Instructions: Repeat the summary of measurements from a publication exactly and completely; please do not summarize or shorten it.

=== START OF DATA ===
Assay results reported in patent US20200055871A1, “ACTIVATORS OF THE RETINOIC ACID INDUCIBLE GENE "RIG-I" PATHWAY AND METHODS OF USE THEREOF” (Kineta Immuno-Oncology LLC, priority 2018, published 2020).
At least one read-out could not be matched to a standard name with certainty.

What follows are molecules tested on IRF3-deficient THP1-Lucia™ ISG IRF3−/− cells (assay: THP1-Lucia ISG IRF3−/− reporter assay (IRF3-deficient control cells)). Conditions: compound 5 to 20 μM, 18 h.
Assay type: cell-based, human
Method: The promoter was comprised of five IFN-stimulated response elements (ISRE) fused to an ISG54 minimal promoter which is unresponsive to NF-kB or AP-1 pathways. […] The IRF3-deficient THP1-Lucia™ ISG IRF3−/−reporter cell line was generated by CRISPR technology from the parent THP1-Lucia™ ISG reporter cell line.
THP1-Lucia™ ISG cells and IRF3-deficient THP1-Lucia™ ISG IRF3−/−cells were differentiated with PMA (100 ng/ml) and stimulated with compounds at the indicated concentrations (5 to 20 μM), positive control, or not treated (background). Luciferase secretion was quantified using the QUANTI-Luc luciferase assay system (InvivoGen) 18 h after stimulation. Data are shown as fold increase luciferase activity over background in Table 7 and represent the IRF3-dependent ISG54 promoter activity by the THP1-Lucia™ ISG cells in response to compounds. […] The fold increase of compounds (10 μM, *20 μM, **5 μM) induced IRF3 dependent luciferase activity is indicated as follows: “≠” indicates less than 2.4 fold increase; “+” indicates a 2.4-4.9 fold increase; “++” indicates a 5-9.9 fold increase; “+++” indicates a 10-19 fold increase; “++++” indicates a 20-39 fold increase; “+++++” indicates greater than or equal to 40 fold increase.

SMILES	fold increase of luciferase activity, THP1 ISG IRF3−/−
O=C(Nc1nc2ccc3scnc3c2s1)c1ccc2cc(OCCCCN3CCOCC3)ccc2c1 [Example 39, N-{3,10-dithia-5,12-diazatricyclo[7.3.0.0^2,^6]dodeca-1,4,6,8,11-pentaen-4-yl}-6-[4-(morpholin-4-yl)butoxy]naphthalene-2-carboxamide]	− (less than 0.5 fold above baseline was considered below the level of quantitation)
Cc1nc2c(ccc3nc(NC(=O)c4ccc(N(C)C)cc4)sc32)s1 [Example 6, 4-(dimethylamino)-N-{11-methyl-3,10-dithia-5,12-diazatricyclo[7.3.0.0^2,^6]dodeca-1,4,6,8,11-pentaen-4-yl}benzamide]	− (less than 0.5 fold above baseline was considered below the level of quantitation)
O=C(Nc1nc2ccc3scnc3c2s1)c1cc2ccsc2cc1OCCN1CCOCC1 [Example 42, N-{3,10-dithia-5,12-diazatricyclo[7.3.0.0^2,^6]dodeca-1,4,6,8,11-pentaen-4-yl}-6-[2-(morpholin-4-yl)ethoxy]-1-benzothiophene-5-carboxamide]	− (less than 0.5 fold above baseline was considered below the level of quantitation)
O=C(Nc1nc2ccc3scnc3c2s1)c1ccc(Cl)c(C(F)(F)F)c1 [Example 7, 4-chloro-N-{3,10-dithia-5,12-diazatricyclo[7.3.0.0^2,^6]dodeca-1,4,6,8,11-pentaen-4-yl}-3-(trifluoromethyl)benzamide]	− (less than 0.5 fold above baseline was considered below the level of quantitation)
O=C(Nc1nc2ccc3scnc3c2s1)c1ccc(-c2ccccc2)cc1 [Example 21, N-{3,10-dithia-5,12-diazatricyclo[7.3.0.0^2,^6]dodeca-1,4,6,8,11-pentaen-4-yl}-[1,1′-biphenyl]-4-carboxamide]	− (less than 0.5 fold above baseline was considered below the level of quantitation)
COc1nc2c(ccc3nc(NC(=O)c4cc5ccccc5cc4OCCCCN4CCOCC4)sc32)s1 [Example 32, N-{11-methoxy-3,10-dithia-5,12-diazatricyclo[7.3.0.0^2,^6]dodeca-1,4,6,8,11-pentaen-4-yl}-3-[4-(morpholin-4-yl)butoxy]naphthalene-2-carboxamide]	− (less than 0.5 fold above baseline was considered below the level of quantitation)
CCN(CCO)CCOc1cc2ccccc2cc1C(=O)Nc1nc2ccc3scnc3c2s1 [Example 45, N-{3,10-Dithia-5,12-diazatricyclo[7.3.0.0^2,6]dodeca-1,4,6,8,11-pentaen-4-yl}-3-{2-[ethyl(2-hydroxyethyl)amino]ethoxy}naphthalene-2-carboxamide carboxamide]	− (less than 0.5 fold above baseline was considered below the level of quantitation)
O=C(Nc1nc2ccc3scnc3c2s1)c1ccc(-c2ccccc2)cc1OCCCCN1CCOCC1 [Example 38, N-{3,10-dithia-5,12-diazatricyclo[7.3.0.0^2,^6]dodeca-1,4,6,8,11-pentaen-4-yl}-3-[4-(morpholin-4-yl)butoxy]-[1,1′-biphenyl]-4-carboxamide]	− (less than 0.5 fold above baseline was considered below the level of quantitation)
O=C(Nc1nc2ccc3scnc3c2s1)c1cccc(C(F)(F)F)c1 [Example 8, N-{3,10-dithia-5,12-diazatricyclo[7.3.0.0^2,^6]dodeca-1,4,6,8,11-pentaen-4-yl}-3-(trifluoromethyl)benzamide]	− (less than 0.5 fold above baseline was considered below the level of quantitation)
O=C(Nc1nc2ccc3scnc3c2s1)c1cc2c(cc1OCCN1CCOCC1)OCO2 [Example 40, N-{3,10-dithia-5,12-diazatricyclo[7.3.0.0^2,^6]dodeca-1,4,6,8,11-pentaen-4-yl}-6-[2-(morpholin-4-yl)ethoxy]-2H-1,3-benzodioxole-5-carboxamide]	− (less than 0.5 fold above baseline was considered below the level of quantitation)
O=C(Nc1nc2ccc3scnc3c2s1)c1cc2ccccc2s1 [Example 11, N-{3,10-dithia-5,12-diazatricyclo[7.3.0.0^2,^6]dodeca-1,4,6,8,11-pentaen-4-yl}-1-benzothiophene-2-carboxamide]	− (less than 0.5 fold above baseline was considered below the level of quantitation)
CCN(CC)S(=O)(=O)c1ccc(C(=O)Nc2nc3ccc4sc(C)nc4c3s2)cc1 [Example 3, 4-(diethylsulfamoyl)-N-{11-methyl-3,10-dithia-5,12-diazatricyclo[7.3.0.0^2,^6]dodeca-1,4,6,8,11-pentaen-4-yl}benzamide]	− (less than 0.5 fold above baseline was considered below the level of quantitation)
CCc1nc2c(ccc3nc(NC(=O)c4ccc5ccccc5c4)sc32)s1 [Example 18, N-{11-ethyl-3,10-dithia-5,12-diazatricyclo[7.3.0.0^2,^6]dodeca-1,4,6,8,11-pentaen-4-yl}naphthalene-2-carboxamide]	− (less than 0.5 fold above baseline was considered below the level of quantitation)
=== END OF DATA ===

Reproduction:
Assay results reported in patent US20200055871A1, “ACTIVATORS OF THE RETINOIC ACID INDUCIBLE GENE "RIG-I" PATHWAY AND METHODS OF USE THEREOF” (Kineta Immuno-Oncology LLC, priority 2018, published 2020).
At least one read-out could not be matched to a standard name with certainty.

What follows are molecules tested on IRF3-deficient THP1-Lucia™ ISG IRF3−/− cells (assay: THP1-Lucia ISG IRF3−/− reporter assay (IRF3-deficient control cells)). Conditions: compound 5 to 20 μM, 18 h.
Assay type: cell-based, human
Method: The promoter was comprised of five IFN-stimulated response elements (ISRE) fused to an ISG54 minimal promoter which is unresponsive to NF-kB or AP-1 pathways. […] The IRF3-deficient THP1-Lucia™ ISG IRF3−/−reporter cell line was generated by CRISPR technology from the parent THP1-Lucia™ ISG reporter cell line.
THP1-Lucia™ ISG cells and IRF3-deficient THP1-Lucia™ ISG IRF3−/−cells were differentiated with PMA (100 ng/ml) and stimulated with compounds at the indicated concentrations (5 to 20 μM), positive control, or not treated (background). Luciferase secretion was quantified using the QUANTI-Luc luciferase assay system (InvivoGen) 18 h after stimulation. Data are shown as fold increase luciferase activity over background in Table 7 and represent the IRF3-dependent ISG54 promoter activity by the THP1-Lucia™ ISG cells in response to compounds. […] The fold increase of compounds (10 μM, *20 μM, **5 μM) induced IRF3 dependent luciferase activity is indicated as follows: “≠” indicates less than 2.4 fold increase; “+” indicates a 2.4-4.9 fold increase; “++” indicates a 5-9.9 fold increase; “+++” indicates a 10-19 fold increase; “++++” indicates a 20-39 fold increase; “+++++” indicates greater than or equal to 40 fold increase.

SMILES	fold increase of luciferase activity, THP1 ISG IRF3−/−
O=C(Nc1nc2ccc3scnc3c2s1)c1ccc2cc(OCCCCN3CCOCC3)ccc2c1 [Example 39, N-{3,10-dithia-5,12-diazatricyclo[7.3.0.0^2,^6]dodeca-1,4,6,8,11-pentaen-4-yl}-6-[4-(morpholin-4-yl)butoxy]naphthalene-2-carboxamide]	− (less than 0.5 fold above baseline was considered below the level of quantitation)
Cc1nc2c(ccc3nc(NC(=O)c4ccc(N(C)C)cc4)sc32)s1 [Example 6, 4-(dimethylamino)-N-{11-methyl-3,10-dithia-5,12-diazatricyclo[7.3.0.0^2,^6]dodeca-1,4,6,8,11-pentaen-4-yl}benzamide]	− (less than 0.5 fold above baseline was considered below the level of quantitation)
O=C(Nc1nc2ccc3scnc3c2s1)c1cc2ccsc2cc1OCCN1CCOCC1 [Example 42, N-{3,10-dithia-5,12-diazatricyclo[7.3.0.0^2,^6]dodeca-1,4,6,8,11-pentaen-4-yl}-6-[2-(morpholin-4-yl)ethoxy]-1-benzothiophene-5-carboxamide]	− (less than 0.5 fold above baseline was considered below the level of quantitation)
O=C(Nc1nc2ccc3scnc3c2s1)c1ccc(Cl)c(C(F)(F)F)c1 [Example 7, 4-chloro-N-{3,10-dithia-5,12-diazatricyclo[7.3.0.0^2,^6]dodeca-1,4,6,8,11-pentaen-4-yl}-3-(trifluoromethyl)benzamide]	− (less than 0.5 fold above baseline was considered below the level of quantitation)
O=C(Nc1nc2ccc3scnc3c2s1)c1ccc(-c2ccccc2)cc1 [Example 21, N-{3,10-dithia-5,12-diazatricyclo[7.3.0.0^2,^6]dodeca-1,4,6,8,11-pentaen-4-yl}-[1,1′-biphenyl]-4-carboxamide]	− (less than 0.5 fold above baseline was considered below the level of quantitation)
COc1nc2c(ccc3nc(NC(=O)c4cc5ccccc5cc4OCCCCN4CCOCC4)sc32)s1 [Example 32, N-{11-methoxy-3,10-dithia-5,12-diazatricyclo[7.3.0.0^2,^6]dodeca-1,4,6,8,11-pentaen-4-yl}-3-[4-(morpholin-4-yl)butoxy]naphthalene-2-carboxamide]	− (less than 0.5 fold above baseline was considered below the level of quantitation)
CCN(CCO)CCOc1cc2ccccc2cc1C(=O)Nc1nc2ccc3scnc3c2s1 [Example 45, N-{3,10-Dithia-5,12-diazatricyclo[7.3.0.0^2,6]dodeca-1,4,6,8,11-pentaen-4-yl}-3-{2-[ethyl(2-hydroxyethyl)amino]ethoxy}naphthalene-2-carboxamide carboxamide]	− (less than 0.5 fold above baseline was considered below the level of quantitation)
O=C(Nc1nc2ccc3scnc3c2s1)c1ccc(-c2ccccc2)cc1OCCCCN1CCOCC1 [Example 38, N-{3,10-dithia-5,12-diazatricyclo[7.3.0.0^2,^6]dodeca-1,4,6,8,11-pentaen-4-yl}-3-[4-(morpholin-4-yl)butoxy]-[1,1′-biphenyl]-4-carboxamide]	− (less than 0.5 fold above baseline was considered below the level of quantitation)
O=C(Nc1nc2ccc3scnc3c2s1)c1cccc(C(F)(F)F)c1 [Example 8, N-{3,10-dithia-5,12-diazatricyclo[7.3.0.0^2,^6]dodeca-1,4,6,8,11-pentaen-4-yl}-3-(trifluoromethyl)benzamide]	− (less than 0.5 fold above baseline was considered below the level of quantitation)
O=C(Nc1nc2ccc3scnc3c2s1)c1cc2c(cc1OCCN1CCOCC1)OCO2 [Example 40, N-{3,10-dithia-5,12-diazatricyclo[7.3.0.0^2,^6]dodeca-1,4,6,8,11-pentaen-4-yl}-6-[2-(morpholin-4-yl)ethoxy]-2H-1,3-benzodioxole-5-carboxamide]	− (less than 0.5 fold above baseline was considered below the level of quantitation)
O=C(Nc1nc2ccc3scnc3c2s1)c1cc2ccccc2s1 [Example 11, N-{3,10-dithia-5,12-diazatricyclo[7.3.0.0^2,^6]dodeca-1,4,6,8,11-pentaen-4-yl}-1-benzothiophene-2-carboxamide]	− (less than 0.5 fold above baseline was considered below the level of quantitation)
CCN(CC)S(=O)(=O)c1ccc(C(=O)Nc2nc3ccc4sc(C)nc4c3s2)cc1 [Example 3, 4-(diethylsulfamoyl)-N-{11-methyl-3,10-dithia-5,12-diazatricyclo[7.3.0.0^2,^6]dodeca-1,4,6,8,11-pentaen-4-yl}benzamide]	− (less than 0.5 fold above baseline was considered below the level of quantitation)
CCc1nc2c(ccc3nc(NC(=O)c4ccc5ccccc5c4)sc32)s1 [Example 18, N-{11-ethyl-3,10-dithia-5,12-diazatricyclo[7.3.0.0^2,^6]dodeca-1,4,6,8,11-pentaen-4-yl}naphthalene-2-carboxamide]	− (less than 0.5 fold above baseline was considered below the level of quantitation)